Brians

 

 

The profly offers much better coverage.
You get a tight seal along the ice and the full 11" width of the pad is used for coverage.
The tops of the pads meet to close down the 5-hole (this is even easier if you wear tall pads). There are no gaps and you can quickly pull rebounds into the pads without worrying about the puck slipping under you.

If your knees open up, you not only have thigh boards for coverage but I've found that even the inner knee pads help out along the ice.

NOTE: In the left photo: behind those thigh boards are knees! If you remove thigh boards you'll get almost the same coverage when your legs open up, it'll just be your knees doing the covering. See photos below under 'equipment problems'. The NHL effectively outlawing thigh boards was extremely stupid. They were the best protection yet devised for a very difficult and sensitive area. If they felt some thigh boards were too big, then limit the height.

 

Compare the coverage when one or both of the pads goes face down.

You only get about 6"-8" of the height of the pads and a rebound can go almost anywhere.

The 5-hole coverage is poor. Because of the leg angle, it's harder to get a wide butterfly when you're on the face of the pads.

There's also a nasty hole that forms at the ankle.
Pucks will run the length of the pad and then scoot through.
With that hole the pads almost work like a funnel.

(Left) The same goes for the split butterfly. Even with Overdrive, moving out of the split butterfly requires practice and a solid grip. It is extremely difficult on the face of your pads because of the greater friction.
(Right) The right pad hasn't flipped. You can see that a deflection could easily run along the inside of the pad. With the pad in a profly, the knee would roll in and reduce the 5-hole a bit. The inner knee flap would lie on the ice and if there was a deflection, it might stop the puck from scooting through. Compare with the Patrick Roy shot above.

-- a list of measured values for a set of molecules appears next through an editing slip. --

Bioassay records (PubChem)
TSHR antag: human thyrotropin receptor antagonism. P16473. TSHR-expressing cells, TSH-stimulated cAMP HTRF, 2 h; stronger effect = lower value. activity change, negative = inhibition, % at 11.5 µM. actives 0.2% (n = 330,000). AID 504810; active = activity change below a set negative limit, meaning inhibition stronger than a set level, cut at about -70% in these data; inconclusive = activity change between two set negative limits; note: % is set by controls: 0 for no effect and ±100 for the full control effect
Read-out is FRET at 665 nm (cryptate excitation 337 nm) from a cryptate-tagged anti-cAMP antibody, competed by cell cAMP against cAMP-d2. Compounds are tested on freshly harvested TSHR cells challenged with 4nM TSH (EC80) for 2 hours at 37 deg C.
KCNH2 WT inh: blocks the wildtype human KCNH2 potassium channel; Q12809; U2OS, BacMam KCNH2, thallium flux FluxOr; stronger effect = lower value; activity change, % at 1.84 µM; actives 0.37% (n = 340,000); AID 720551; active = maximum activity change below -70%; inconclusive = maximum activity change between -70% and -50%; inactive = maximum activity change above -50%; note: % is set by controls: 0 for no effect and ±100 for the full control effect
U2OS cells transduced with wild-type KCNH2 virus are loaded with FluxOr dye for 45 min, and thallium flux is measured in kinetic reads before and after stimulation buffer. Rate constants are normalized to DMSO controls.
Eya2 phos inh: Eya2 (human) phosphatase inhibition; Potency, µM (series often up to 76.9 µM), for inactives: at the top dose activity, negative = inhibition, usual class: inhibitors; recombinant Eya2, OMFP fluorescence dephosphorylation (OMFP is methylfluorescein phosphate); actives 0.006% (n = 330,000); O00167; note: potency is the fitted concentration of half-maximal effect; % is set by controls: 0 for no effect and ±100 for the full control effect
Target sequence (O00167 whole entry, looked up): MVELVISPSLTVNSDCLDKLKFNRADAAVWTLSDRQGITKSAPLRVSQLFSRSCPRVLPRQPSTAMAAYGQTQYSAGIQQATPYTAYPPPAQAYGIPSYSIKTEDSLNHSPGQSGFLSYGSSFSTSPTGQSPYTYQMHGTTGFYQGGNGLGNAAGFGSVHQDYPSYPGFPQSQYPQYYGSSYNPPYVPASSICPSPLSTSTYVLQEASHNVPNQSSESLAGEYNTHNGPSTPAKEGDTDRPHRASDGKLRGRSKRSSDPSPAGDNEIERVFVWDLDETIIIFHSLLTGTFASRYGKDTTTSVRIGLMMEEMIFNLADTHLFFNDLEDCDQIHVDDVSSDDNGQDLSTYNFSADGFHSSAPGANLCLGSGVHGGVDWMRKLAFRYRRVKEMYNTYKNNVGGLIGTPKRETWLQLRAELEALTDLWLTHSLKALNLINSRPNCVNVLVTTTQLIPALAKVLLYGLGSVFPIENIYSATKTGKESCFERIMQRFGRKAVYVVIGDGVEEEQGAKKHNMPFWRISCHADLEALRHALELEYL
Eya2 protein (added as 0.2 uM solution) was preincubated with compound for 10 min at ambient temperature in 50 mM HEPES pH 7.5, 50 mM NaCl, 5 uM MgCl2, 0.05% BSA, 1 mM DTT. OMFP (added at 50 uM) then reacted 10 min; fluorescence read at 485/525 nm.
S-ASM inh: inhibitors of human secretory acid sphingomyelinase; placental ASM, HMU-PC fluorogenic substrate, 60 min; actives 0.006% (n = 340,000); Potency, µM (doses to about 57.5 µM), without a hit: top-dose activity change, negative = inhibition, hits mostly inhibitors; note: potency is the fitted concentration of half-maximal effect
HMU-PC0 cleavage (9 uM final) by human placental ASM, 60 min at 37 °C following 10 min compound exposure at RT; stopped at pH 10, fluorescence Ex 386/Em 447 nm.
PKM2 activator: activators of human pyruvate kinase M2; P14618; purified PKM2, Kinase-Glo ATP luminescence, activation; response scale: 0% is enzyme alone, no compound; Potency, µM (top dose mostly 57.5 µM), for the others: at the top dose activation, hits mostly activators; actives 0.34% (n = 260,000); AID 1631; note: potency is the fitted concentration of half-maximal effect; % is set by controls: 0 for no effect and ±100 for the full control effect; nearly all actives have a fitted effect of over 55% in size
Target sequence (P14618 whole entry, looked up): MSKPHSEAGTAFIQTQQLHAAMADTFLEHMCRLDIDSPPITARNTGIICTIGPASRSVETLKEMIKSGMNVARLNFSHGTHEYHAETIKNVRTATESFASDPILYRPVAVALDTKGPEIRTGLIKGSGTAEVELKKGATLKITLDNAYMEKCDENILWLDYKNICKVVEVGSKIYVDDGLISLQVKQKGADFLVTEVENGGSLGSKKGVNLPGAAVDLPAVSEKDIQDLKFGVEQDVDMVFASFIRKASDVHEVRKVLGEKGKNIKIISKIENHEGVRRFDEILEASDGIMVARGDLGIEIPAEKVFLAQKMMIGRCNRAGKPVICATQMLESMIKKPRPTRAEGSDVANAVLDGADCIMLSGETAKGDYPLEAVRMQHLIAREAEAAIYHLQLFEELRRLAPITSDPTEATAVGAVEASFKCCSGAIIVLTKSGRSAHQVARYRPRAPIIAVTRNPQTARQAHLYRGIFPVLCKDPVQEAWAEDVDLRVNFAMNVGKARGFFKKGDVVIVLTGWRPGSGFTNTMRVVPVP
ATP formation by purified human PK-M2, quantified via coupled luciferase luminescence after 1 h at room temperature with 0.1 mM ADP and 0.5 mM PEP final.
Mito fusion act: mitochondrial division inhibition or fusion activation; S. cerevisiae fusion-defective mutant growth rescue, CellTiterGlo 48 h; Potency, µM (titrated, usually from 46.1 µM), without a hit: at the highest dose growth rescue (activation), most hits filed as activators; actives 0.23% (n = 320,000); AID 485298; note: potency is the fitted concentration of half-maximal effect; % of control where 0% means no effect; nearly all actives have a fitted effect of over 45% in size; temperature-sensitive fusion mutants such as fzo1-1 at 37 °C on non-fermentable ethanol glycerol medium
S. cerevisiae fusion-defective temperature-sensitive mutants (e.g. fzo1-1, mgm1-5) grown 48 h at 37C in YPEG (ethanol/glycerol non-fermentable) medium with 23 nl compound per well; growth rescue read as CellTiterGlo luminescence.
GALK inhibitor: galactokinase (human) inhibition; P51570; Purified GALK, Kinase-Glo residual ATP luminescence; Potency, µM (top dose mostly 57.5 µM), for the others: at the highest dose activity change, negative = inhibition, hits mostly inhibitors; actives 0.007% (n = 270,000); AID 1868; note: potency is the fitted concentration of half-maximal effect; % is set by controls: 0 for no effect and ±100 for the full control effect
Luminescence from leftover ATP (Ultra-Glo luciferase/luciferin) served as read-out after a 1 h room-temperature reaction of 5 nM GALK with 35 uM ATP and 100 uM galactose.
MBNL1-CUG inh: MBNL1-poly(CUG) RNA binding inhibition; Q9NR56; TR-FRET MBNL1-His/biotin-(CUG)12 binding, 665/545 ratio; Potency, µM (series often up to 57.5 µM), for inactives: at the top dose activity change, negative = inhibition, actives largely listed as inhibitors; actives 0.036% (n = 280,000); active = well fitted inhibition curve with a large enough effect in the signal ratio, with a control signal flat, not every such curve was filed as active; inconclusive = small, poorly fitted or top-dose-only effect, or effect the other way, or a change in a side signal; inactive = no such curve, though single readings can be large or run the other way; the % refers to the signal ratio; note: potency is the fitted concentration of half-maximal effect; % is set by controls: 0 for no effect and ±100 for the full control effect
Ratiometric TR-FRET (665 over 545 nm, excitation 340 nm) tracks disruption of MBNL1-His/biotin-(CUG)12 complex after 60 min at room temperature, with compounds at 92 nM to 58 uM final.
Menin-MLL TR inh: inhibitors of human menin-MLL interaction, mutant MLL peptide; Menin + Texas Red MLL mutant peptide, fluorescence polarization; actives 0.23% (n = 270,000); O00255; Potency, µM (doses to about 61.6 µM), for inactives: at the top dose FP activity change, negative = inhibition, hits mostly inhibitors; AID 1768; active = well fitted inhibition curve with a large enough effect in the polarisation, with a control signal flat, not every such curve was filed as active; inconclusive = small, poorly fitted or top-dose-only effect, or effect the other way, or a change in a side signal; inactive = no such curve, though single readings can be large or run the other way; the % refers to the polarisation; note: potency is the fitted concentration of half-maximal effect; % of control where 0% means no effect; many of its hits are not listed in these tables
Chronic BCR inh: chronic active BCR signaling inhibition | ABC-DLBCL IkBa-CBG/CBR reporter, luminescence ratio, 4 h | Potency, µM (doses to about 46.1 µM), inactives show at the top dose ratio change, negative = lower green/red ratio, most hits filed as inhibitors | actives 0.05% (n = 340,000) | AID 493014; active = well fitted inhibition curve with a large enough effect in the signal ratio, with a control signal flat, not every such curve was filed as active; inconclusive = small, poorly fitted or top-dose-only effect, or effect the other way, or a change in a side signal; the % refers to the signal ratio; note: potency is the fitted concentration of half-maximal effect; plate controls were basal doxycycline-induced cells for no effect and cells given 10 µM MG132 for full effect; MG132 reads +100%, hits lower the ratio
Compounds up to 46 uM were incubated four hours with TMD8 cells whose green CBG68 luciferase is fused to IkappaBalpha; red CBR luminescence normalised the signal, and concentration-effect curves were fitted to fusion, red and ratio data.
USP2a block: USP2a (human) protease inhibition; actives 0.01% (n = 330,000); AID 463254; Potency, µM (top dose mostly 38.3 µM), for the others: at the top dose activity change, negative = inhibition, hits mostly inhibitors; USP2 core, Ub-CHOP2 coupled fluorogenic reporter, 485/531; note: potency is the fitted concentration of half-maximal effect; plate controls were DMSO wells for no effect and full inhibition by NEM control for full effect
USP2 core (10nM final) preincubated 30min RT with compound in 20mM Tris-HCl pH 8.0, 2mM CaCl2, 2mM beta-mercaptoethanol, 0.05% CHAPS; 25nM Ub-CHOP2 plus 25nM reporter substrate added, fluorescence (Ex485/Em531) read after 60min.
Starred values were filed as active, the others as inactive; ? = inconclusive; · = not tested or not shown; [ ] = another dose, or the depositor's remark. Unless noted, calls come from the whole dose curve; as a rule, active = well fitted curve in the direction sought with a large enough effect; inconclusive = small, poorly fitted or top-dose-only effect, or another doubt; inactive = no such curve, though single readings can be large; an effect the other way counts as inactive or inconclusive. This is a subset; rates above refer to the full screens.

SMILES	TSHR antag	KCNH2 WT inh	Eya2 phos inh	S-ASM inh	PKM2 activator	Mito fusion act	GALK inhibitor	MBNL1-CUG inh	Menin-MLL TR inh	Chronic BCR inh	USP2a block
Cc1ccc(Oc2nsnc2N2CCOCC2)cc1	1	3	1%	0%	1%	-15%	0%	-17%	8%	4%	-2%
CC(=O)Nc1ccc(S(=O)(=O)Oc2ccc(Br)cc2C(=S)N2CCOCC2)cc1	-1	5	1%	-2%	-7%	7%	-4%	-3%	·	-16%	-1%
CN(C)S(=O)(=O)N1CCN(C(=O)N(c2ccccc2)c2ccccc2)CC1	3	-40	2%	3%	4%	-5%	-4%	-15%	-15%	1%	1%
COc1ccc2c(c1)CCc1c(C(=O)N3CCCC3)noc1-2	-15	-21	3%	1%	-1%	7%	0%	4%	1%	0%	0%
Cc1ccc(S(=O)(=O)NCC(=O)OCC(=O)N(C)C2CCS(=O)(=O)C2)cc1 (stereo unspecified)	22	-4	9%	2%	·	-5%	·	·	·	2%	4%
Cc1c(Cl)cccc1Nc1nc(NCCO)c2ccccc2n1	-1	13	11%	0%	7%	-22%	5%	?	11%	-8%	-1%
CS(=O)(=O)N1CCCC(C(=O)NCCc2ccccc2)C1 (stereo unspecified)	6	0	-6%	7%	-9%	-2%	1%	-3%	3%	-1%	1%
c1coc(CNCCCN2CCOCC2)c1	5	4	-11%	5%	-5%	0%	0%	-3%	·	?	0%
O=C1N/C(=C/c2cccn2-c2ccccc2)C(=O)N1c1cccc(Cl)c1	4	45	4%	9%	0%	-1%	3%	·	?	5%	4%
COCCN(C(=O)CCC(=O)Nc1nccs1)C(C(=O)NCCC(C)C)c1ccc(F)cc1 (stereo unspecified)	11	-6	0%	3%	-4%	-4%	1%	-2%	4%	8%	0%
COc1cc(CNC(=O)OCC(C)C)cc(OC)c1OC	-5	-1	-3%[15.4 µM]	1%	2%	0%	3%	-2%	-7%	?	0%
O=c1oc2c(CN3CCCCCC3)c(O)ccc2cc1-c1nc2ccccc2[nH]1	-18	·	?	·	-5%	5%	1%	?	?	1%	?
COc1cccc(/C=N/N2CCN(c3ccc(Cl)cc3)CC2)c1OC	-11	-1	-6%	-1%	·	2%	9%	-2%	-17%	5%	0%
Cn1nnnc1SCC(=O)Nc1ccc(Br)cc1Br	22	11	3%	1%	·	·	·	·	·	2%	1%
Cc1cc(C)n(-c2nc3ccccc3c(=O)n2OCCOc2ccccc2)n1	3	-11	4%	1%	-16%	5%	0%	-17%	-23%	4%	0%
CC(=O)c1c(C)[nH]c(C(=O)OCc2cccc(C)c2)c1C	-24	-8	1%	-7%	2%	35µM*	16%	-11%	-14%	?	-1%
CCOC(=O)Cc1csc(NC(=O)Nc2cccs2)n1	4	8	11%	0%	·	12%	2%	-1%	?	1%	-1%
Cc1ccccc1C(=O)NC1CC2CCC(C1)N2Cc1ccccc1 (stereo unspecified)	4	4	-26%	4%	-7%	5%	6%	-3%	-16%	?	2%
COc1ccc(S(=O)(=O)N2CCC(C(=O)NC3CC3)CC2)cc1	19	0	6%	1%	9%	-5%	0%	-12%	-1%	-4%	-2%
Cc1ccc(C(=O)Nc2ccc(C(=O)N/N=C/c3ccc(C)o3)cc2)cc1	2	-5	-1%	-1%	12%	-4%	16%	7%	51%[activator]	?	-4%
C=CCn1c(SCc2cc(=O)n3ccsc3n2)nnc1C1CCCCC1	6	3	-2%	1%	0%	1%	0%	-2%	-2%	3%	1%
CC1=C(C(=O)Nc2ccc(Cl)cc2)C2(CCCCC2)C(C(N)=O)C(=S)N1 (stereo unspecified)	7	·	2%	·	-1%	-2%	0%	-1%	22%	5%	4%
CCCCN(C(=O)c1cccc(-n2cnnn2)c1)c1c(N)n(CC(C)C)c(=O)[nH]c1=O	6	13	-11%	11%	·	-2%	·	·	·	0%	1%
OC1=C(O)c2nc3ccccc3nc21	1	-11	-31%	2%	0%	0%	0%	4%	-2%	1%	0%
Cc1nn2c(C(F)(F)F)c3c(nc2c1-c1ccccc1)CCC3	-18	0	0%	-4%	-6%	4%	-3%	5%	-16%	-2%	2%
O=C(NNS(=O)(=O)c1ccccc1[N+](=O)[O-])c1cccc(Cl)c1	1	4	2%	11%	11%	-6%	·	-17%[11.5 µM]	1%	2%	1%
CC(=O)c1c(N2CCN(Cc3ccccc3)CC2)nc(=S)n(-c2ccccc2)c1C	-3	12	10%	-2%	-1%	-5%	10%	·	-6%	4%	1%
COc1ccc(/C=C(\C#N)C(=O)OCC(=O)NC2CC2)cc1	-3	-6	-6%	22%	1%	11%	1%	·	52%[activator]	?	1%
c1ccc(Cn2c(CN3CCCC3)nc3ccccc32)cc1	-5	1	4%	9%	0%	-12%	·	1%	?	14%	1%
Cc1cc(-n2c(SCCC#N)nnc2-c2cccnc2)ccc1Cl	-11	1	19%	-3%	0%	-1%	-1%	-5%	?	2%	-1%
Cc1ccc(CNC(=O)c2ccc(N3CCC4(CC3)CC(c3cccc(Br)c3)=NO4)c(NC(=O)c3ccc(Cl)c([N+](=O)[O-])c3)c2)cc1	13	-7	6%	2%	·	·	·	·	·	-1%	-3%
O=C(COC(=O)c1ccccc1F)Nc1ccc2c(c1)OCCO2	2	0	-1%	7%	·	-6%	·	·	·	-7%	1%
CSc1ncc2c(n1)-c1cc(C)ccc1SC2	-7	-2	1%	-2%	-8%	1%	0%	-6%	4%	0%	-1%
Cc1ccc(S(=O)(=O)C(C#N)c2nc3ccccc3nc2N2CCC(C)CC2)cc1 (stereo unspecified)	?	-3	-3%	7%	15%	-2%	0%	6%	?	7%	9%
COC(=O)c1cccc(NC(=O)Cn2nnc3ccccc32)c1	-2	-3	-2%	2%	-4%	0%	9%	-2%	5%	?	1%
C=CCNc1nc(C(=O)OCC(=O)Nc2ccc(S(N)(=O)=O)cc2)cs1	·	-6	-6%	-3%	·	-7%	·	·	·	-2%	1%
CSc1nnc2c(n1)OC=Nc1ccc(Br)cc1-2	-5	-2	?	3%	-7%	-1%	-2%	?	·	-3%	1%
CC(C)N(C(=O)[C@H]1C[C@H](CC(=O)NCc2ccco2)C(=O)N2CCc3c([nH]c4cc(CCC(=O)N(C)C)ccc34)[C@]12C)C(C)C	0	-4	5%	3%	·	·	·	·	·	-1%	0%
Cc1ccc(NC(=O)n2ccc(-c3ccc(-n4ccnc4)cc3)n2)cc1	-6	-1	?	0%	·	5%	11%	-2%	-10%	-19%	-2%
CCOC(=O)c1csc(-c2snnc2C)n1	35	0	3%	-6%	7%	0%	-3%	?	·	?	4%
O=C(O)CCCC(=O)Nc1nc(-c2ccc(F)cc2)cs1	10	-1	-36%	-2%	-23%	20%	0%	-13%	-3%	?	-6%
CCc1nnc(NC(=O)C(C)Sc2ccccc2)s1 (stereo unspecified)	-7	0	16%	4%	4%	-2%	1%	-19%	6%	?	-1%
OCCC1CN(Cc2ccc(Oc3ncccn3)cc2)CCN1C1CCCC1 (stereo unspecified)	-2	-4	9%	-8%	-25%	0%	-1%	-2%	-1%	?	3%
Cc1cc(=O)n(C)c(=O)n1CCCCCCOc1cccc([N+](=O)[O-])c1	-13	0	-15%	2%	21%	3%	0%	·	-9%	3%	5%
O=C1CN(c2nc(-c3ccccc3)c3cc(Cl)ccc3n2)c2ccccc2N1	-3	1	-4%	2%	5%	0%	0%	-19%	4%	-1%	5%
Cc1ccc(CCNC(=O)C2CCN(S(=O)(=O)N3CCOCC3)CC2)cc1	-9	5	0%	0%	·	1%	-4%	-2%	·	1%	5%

Mobility is much better with the profly because the side of the pads offer much less friction with the ice.
It would be very difficult to get much distance on a move like this using the traditional butterfly.
 
Also, you couldn't do it is because the legs don't slide out very easily in the old style.The profly allows you to get as wide as your body will allow.
Actually, not all goalies are 'profly' but everyone uses it; everyone has to. When you're down, beyond a certain
width the pads naturally flip up on their sides.You just can't get very wide with the pads face down.

 

Mobility can also be easier because the position of the foot puts the blades closer to the ice, so it's easier to recover or move while down.

Of course, this is where Overdrive really comes in handy.

 

In order to achieve a proper profly, the pads must be loose enough to allow them to rotate,
or flip on their sides. This looseness can also be a safety measure.

First of all, keeping the toe straps loose allows the toe to drop down into a more comfortable position. Our feet aren't made to point out sideways and when they do, it puts a lot of pressure on the knees. With the toes free, the feet go down closer to the normal kneeling position. Of course this toe-twisting isn't a problem in the old style butterfly but as soon as you widen out and the pad flips, you'll need a loose toe strap.
The traditional butterfly (left) leaves the feet in their natural kneeling position. The profly (right) twists the toe up. Loosening the toe strap relieves that pressure by allowing the toe to drop.